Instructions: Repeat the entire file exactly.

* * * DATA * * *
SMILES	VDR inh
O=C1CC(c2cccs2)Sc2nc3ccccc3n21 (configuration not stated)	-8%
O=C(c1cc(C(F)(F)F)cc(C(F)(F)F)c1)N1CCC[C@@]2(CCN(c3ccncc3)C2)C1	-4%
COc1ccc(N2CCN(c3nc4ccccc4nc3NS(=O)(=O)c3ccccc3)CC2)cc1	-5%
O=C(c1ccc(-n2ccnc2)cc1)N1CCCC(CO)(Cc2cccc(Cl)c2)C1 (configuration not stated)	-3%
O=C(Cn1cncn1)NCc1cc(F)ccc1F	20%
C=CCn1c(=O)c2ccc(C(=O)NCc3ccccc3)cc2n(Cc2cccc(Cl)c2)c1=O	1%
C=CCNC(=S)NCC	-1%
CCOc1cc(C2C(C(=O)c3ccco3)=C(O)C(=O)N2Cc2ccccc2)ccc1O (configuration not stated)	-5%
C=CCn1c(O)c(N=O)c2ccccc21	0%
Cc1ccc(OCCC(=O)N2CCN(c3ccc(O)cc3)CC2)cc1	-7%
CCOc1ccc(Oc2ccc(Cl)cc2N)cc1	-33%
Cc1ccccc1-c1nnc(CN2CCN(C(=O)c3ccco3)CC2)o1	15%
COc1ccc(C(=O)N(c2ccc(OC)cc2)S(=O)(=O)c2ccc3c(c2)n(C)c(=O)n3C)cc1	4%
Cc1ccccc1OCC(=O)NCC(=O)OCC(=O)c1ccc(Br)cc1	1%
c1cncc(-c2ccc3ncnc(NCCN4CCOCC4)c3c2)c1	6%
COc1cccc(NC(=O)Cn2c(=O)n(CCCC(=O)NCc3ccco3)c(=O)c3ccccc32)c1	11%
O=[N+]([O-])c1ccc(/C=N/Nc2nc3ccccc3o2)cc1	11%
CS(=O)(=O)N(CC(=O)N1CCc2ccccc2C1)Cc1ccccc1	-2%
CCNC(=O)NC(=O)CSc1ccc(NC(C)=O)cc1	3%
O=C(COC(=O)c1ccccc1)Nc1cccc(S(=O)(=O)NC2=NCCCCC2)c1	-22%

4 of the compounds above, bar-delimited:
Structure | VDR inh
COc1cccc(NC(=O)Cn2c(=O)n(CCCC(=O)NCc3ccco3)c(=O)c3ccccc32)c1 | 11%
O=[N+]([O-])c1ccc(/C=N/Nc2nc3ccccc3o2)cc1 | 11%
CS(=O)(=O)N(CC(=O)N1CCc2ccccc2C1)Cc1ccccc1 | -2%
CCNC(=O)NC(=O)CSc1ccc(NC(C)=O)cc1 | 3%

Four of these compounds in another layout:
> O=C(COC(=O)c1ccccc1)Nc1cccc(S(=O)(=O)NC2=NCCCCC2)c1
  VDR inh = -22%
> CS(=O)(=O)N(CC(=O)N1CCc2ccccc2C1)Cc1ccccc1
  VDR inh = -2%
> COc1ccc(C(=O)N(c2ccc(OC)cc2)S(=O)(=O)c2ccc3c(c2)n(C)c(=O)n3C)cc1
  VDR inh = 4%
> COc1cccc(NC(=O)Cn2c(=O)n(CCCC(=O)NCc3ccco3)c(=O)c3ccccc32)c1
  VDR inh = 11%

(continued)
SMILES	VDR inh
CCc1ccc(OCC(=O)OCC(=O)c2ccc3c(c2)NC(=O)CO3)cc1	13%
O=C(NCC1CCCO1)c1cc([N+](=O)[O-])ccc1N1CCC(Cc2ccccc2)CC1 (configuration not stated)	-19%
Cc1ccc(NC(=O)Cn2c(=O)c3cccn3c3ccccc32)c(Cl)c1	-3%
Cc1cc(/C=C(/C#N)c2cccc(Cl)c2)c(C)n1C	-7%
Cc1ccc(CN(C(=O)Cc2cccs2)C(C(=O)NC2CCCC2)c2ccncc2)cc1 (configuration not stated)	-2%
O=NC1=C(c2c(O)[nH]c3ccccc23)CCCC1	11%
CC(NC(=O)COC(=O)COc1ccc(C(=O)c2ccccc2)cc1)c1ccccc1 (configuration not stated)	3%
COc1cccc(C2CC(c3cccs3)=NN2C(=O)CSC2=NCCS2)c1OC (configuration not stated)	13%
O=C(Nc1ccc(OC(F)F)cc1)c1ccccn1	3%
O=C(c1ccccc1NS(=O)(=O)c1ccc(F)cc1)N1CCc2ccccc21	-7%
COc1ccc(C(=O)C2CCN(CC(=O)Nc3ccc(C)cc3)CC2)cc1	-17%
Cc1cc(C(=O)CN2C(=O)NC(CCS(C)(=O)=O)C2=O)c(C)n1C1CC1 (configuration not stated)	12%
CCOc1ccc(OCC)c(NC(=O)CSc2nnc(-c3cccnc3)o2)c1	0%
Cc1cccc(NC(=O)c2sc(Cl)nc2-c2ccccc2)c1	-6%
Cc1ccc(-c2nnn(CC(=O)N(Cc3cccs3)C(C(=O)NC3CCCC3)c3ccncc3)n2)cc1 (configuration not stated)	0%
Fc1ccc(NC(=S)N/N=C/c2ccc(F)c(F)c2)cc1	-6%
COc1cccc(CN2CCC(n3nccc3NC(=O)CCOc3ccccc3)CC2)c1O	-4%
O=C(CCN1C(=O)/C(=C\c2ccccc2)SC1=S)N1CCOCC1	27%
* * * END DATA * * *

SMILES	VDR inh
O=C1CC(c2cccs2)Sc2nc3ccccc3n21 (configuration not stated)	-8%
O=C(c1cc(C(F)(F)F)cc(C(F)(F)F)c1)N1CCC[C@@]2(CCN(c3ccncc3)C2)C1	-4%
COc1ccc(N2CCN(c3nc4ccccc4nc3NS(=O)(=O)c3ccccc3)CC2)cc1	-5%
O=C(c1ccc(-n2ccnc2)cc1)N1CCCC(CO)(Cc2cccc(Cl)c2)C1 (configuration not stated)	-3%
O=C(Cn1cncn1)NCc1cc(F)ccc1F	20%
C=CCn1c(=O)c2ccc(C(=O)NCc3ccccc3)cc2n(Cc2cccc(Cl)c2)c1=O	1%
C=CCNC(=S)NCC	-1%
CCOc1cc(C2C(C(=O)c3ccco3)=C(O)C(=O)N2Cc2ccccc2)ccc1O (configuration not stated)	-5%
C=CCn1c(O)c(N=O)c2ccccc21	0%
Cc1ccc(OCCC(=O)N2CCN(c3ccc(O)cc3)CC2)cc1	-7%
CCOc1ccc(Oc2ccc(Cl)cc2N)cc1	-33%
Cc1ccccc1-c1nnc(CN2CCN(C(=O)c3ccco3)CC2)o1	15%
COc1ccc(C(=O)N(c2ccc(OC)cc2)S(=O)(=O)c2ccc3c(c2)n(C)c(=O)n3C)cc1	4%
Cc1ccccc1OCC(=O)NCC(=O)OCC(=O)c1ccc(Br)cc1	1%
c1cncc(-c2ccc3ncnc(NCCN4CCOCC4)c3c2)c1	6%
COc1cccc(NC(=O)Cn2c(=O)n(CCCC(=O)NCc3ccco3)c(=O)c3ccccc32)c1	11%
O=[N+]([O-])c1ccc(/C=N/Nc2nc3ccccc3o2)cc1	11%
CS(=O)(=O)N(CC(=O)N1CCc2ccccc2C1)Cc1ccccc1	-2%
CCNC(=O)NC(=O)CSc1ccc(NC(C)=O)cc1	3%
O=C(COC(=O)c1ccccc1)Nc1cccc(S(=O)(=O)NC2=NCCCCC2)c1	-22%

4 of the compounds above, bar-delimited:
Structure | VDR inh
COc1cccc(NC(=O)Cn2c(=O)n(CCCC(=O)NCc3ccco3)c(=O)c3ccccc32)c1 | 11%
O=[N+]([O-])c1ccc(/C=N/Nc2nc3ccccc3o2)cc1 | 11%
CS(=O)(=O)N(CC(=O)N1CCc2ccccc2C1)Cc1ccccc1 | -2%
CCNC(=O)NC(=O)CSc1ccc(NC(C)=O)cc1 | 3%

Four of these compounds in another layout:
> O=C(COC(=O)c1ccccc1)Nc1cccc(S(=O)(=O)NC2=NCCCCC2)c1
  VDR inh = -22%
> CS(=O)(=O)N(CC(=O)N1CCc2ccccc2C1)Cc1ccccc1
  VDR inh = -2%
> COc1ccc(C(=O)N(c2ccc(OC)cc2)S(=O)(=O)c2ccc3c(c2)n(C)c(=O)n3C)cc1
  VDR inh = 4%
> COc1cccc(NC(=O)Cn2c(=O)n(CCCC(=O)NCc3ccco3)c(=O)c3ccccc32)c1
  VDR inh = 11%

(continued)
SMILES	VDR inh
CCc1ccc(OCC(=O)OCC(=O)c2ccc3c(c2)NC(=O)CO3)cc1	13%
O=C(NCC1CCCO1)c1cc([N+](=O)[O-])ccc1N1CCC(Cc2ccccc2)CC1 (configuration not stated)	-19%
Cc1ccc(NC(=O)Cn2c(=O)c3cccn3c3ccccc32)c(Cl)c1	-3%
Cc1cc(/C=C(/C#N)c2cccc(Cl)c2)c(C)n1C	-7%
Cc1ccc(CN(C(=O)Cc2cccs2)C(C(=O)NC2CCCC2)c2ccncc2)cc1 (configuration not stated)	-2%
O=NC1=C(c2c(O)[nH]c3ccccc23)CCCC1	11%
CC(NC(=O)COC(=O)COc1ccc(C(=O)c2ccccc2)cc1)c1ccccc1 (configuration not stated)	3%
COc1cccc(C2CC(c3cccs3)=NN2C(=O)CSC2=NCCS2)c1OC (configuration not stated)	13%
O=C(Nc1ccc(OC(F)F)cc1)c1ccccn1	3%
O=C(c1ccccc1NS(=O)(=O)c1ccc(F)cc1)N1CCc2ccccc21	-7%
COc1ccc(C(=O)C2CCN(CC(=O)Nc3ccc(C)cc3)CC2)cc1	-17%
Cc1cc(C(=O)CN2C(=O)NC(CCS(C)(=O)=O)C2=O)c(C)n1C1CC1 (configuration not stated)	12%
CCOc1ccc(OCC)c(NC(=O)CSc2nnc(-c3cccnc3)o2)c1	0%
Cc1cccc(NC(=O)c2sc(Cl)nc2-c2ccccc2)c1	-6%
Cc1ccc(-c2nnn(CC(=O)N(Cc3cccs3)C(C(=O)NC3CCCC3)c3ccncc3)n2)cc1 (configuration not stated)	0%
Fc1ccc(NC(=S)N/N=C/c2ccc(F)c(F)c2)cc1	-6%
COc1cccc(CN2CCC(n3nccc3NC(=O)CCOc3ccccc3)CC2)c1O	-4%
O=C(CCN1C(=O)/C(=C\c2ccccc2)SC1=S)N1CCOCC1	27%